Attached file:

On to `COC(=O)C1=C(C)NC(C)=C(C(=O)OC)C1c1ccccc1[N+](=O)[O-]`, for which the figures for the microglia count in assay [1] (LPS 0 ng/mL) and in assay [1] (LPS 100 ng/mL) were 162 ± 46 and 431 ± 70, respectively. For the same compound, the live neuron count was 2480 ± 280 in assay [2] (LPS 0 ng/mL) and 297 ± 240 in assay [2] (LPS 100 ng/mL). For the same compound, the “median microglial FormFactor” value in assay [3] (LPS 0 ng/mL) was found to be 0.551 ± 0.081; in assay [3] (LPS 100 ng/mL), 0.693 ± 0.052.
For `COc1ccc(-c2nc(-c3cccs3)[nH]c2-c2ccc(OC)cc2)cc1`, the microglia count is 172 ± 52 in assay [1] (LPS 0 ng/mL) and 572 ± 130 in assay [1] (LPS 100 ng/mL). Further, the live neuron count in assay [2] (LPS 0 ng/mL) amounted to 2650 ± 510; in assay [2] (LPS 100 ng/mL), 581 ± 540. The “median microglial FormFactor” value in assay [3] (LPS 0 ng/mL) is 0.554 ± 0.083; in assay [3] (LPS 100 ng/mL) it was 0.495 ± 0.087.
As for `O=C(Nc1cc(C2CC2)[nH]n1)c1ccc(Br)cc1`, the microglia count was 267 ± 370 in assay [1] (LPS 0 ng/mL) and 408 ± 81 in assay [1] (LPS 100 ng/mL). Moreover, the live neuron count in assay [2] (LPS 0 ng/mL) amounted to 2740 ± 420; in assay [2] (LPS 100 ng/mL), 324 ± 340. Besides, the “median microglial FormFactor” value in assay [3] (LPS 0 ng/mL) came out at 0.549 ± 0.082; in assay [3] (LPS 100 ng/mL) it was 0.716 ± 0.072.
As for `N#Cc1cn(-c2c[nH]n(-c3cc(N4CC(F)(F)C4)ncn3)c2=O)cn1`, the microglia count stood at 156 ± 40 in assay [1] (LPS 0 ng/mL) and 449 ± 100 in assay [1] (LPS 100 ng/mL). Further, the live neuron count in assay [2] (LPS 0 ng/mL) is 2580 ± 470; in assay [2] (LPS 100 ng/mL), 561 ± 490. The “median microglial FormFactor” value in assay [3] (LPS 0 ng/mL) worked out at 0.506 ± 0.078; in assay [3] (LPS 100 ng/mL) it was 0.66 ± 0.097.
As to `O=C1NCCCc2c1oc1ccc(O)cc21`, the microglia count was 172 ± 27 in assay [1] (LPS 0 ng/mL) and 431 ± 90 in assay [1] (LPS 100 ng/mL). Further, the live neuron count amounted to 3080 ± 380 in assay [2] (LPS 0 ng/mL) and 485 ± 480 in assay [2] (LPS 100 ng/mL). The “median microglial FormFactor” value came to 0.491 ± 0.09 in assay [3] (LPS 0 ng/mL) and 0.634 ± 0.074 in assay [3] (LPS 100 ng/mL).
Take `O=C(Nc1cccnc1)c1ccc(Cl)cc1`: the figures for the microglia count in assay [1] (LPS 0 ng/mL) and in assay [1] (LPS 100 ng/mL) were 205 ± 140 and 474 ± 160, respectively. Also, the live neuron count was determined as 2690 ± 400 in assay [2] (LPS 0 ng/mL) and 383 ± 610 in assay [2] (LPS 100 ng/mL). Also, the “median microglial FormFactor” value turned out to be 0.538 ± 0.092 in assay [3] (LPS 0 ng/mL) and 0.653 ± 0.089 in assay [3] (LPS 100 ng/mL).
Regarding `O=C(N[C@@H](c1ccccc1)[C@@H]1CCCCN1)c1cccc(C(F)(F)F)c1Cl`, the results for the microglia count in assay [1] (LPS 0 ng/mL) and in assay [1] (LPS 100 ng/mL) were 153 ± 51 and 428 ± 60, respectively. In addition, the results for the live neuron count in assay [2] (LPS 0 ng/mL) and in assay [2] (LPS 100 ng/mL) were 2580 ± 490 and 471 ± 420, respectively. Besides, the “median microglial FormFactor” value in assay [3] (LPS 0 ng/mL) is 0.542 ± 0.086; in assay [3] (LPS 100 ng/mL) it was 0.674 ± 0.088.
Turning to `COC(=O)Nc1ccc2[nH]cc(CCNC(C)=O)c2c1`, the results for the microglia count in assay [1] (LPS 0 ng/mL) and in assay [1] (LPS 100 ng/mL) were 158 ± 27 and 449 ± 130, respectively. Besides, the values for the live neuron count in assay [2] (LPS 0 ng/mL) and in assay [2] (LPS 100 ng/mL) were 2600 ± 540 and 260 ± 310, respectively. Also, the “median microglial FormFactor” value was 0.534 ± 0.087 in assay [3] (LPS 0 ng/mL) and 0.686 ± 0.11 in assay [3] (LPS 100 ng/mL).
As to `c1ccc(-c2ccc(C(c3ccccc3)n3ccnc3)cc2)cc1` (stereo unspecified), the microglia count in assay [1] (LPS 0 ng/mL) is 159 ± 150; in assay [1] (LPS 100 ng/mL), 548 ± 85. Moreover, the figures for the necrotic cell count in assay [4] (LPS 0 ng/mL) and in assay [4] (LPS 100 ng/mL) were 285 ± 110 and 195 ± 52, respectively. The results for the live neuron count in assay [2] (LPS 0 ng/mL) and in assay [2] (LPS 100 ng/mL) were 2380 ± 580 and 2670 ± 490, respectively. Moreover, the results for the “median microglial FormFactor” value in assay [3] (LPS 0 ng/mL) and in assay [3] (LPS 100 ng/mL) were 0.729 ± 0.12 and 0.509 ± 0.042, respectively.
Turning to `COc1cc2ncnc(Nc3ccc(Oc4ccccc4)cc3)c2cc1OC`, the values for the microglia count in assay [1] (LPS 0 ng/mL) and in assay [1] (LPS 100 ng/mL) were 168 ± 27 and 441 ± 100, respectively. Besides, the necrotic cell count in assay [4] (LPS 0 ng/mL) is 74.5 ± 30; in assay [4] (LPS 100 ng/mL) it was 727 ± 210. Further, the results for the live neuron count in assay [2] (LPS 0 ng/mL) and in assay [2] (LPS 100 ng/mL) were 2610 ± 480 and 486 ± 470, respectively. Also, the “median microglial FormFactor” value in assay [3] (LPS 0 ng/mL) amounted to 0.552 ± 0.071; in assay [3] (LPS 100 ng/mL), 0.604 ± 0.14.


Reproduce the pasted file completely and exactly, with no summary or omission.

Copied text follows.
On to `COC(=O)C1=C(C)NC(C)=C(C(=O)OC)C1c1ccccc1[N+](=O)[O-]`, for which the figures for the microglia count in assay [1] (LPS 0 ng/mL) and in assay [1] (LPS 100 ng/mL) were 162 ± 46 and 431 ± 70, respectively. For the same compound, the live neuron count was 2480 ± 280 in assay [2] (LPS 0 ng/mL) and 297 ± 240 in assay [2] (LPS 100 ng/mL). For the same compound, the “median microglial FormFactor” value in assay [3] (LPS 0 ng/mL) was found to be 0.551 ± 0.081; in assay [3] (LPS 100 ng/mL), 0.693 ± 0.052.
For `COc1ccc(-c2nc(-c3cccs3)[nH]c2-c2ccc(OC)cc2)cc1`, the microglia count is 172 ± 52 in assay [1] (LPS 0 ng/mL) and 572 ± 130 in assay [1] (LPS 100 ng/mL). Further, the live neuron count in assay [2] (LPS 0 ng/mL) amounted to 2650 ± 510; in assay [2] (LPS 100 ng/mL), 581 ± 540. The “median microglial FormFactor” value in assay [3] (LPS 0 ng/mL) is 0.554 ± 0.083; in assay [3] (LPS 100 ng/mL) it was 0.495 ± 0.087.
As for `O=C(Nc1cc(C2CC2)[nH]n1)c1ccc(Br)cc1`, the microglia count was 267 ± 370 in assay [1] (LPS 0 ng/mL) and 408 ± 81 in assay [1] (LPS 100 ng/mL). Moreover, the live neuron count in assay [2] (LPS 0 ng/mL) amounted to 2740 ± 420; in assay [2] (LPS 100 ng/mL), 324 ± 340. Besides, the “median microglial FormFactor” value in assay [3] (LPS 0 ng/mL) came out at 0.549 ± 0.082; in assay [3] (LPS 100 ng/mL) it was 0.716 ± 0.072.
As for `N#Cc1cn(-c2c[nH]n(-c3cc(N4CC(F)(F)C4)ncn3)c2=O)cn1`, the microglia count stood at 156 ± 40 in assay [1] (LPS 0 ng/mL) and 449 ± 100 in assay [1] (LPS 100 ng/mL). Further, the live neuron count in assay [2] (LPS 0 ng/mL) is 2580 ± 470; in assay [2] (LPS 100 ng/mL), 561 ± 490. The “median microglial FormFactor” value in assay [3] (LPS 0 ng/mL) worked out at 0.506 ± 0.078; in assay [3] (LPS 100 ng/mL) it was 0.66 ± 0.097.
As to `O=C1NCCCc2c1oc1ccc(O)cc21`, the microglia count was 172 ± 27 in assay [1] (LPS 0 ng/mL) and 431 ± 90 in assay [1] (LPS 100 ng/mL). Further, the live neuron count amounted to 3080 ± 380 in assay [2] (LPS 0 ng/mL) and 485 ± 480 in assay [2] (LPS 100 ng/mL). The “median microglial FormFactor” value came to 0.491 ± 0.09 in assay [3] (LPS 0 ng/mL) and 0.634 ± 0.074 in assay [3] (LPS 100 ng/mL).
Take `O=C(Nc1cccnc1)c1ccc(Cl)cc1`: the figures for the microglia count in assay [1] (LPS 0 ng/mL) and in assay [1] (LPS 100 ng/mL) were 205 ± 140 and 474 ± 160, respectively. Also, the live neuron count was determined as 2690 ± 400 in assay [2] (LPS 0 ng/mL) and 383 ± 610 in assay [2] (LPS 100 ng/mL). Also, the “median microglial FormFactor” value turned out to be 0.538 ± 0.092 in assay [3] (LPS 0 ng/mL) and 0.653 ± 0.089 in assay [3] (LPS 100 ng/mL).
Regarding `O=C(N[C@@H](c1ccccc1)[C@@H]1CCCCN1)c1cccc(C(F)(F)F)c1Cl`, the results for the microglia count in assay [1] (LPS 0 ng/mL) and in assay [1] (LPS 100 ng/mL) were 153 ± 51 and 428 ± 60, respectively. In addition, the results for the live neuron count in assay [2] (LPS 0 ng/mL) and in assay [2] (LPS 100 ng/mL) were 2580 ± 490 and 471 ± 420, respectively. Besides, the “median microglial FormFactor” value in assay [3] (LPS 0 ng/mL) is 0.542 ± 0.086; in assay [3] (LPS 100 ng/mL) it was 0.674 ± 0.088.
Turning to `COC(=O)Nc1ccc2[nH]cc(CCNC(C)=O)c2c1`, the results for the microglia count in assay [1] (LPS 0 ng/mL) and in assay [1] (LPS 100 ng/mL) were 158 ± 27 and 449 ± 130, respectively. Besides, the values for the live neuron count in assay [2] (LPS 0 ng/mL) and in assay [2] (LPS 100 ng/mL) were 2600 ± 540 and 260 ± 310, respectively. Also, the “median microglial FormFactor” value was 0.534 ± 0.087 in assay [3] (LPS 0 ng/mL) and 0.686 ± 0.11 in assay [3] (LPS 100 ng/mL).
As to `c1ccc(-c2ccc(C(c3ccccc3)n3ccnc3)cc2)cc1` (stereo unspecified), the microglia count in assay [1] (LPS 0 ng/mL) is 159 ± 150; in assay [1] (LPS 100 ng/mL), 548 ± 85. Moreover, the figures for the necrotic cell count in assay [4] (LPS 0 ng/mL) and in assay [4] (LPS 100 ng/mL) were 285 ± 110 and 195 ± 52, respectively. The results for the live neuron count in assay [2] (LPS 0 ng/mL) and in assay [2] (LPS 100 ng/mL) were 2380 ± 580 and 2670 ± 490, respectively. Moreover, the results for the “median microglial FormFactor” value in assay [3] (LPS 0 ng/mL) and in assay [3] (LPS 100 ng/mL) were 0.729 ± 0.12 and 0.509 ± 0.042, respectively.
Turning to `COc1cc2ncnc(Nc3ccc(Oc4ccccc4)cc3)c2cc1OC`, the values for the microglia count in assay [1] (LPS 0 ng/mL) and in assay [1] (LPS 100 ng/mL) were 168 ± 27 and 441 ± 100, respectively. Besides, the necrotic cell count in assay [4] (LPS 0 ng/mL) is 74.5 ± 30; in assay [4] (LPS 100 ng/mL) it was 727 ± 210. Further, the results for the live neuron count in assay [2] (LPS 0 ng/mL) and in assay [2] (LPS 100 ng/mL) were 2610 ± 480 and 486 ± 470, respectively. Also, the “median microglial FormFactor” value in assay [3] (LPS 0 ng/mL) amounted to 0.552 ± 0.071; in assay [3] (LPS 100 ng/mL), 0.604 ± 0.14.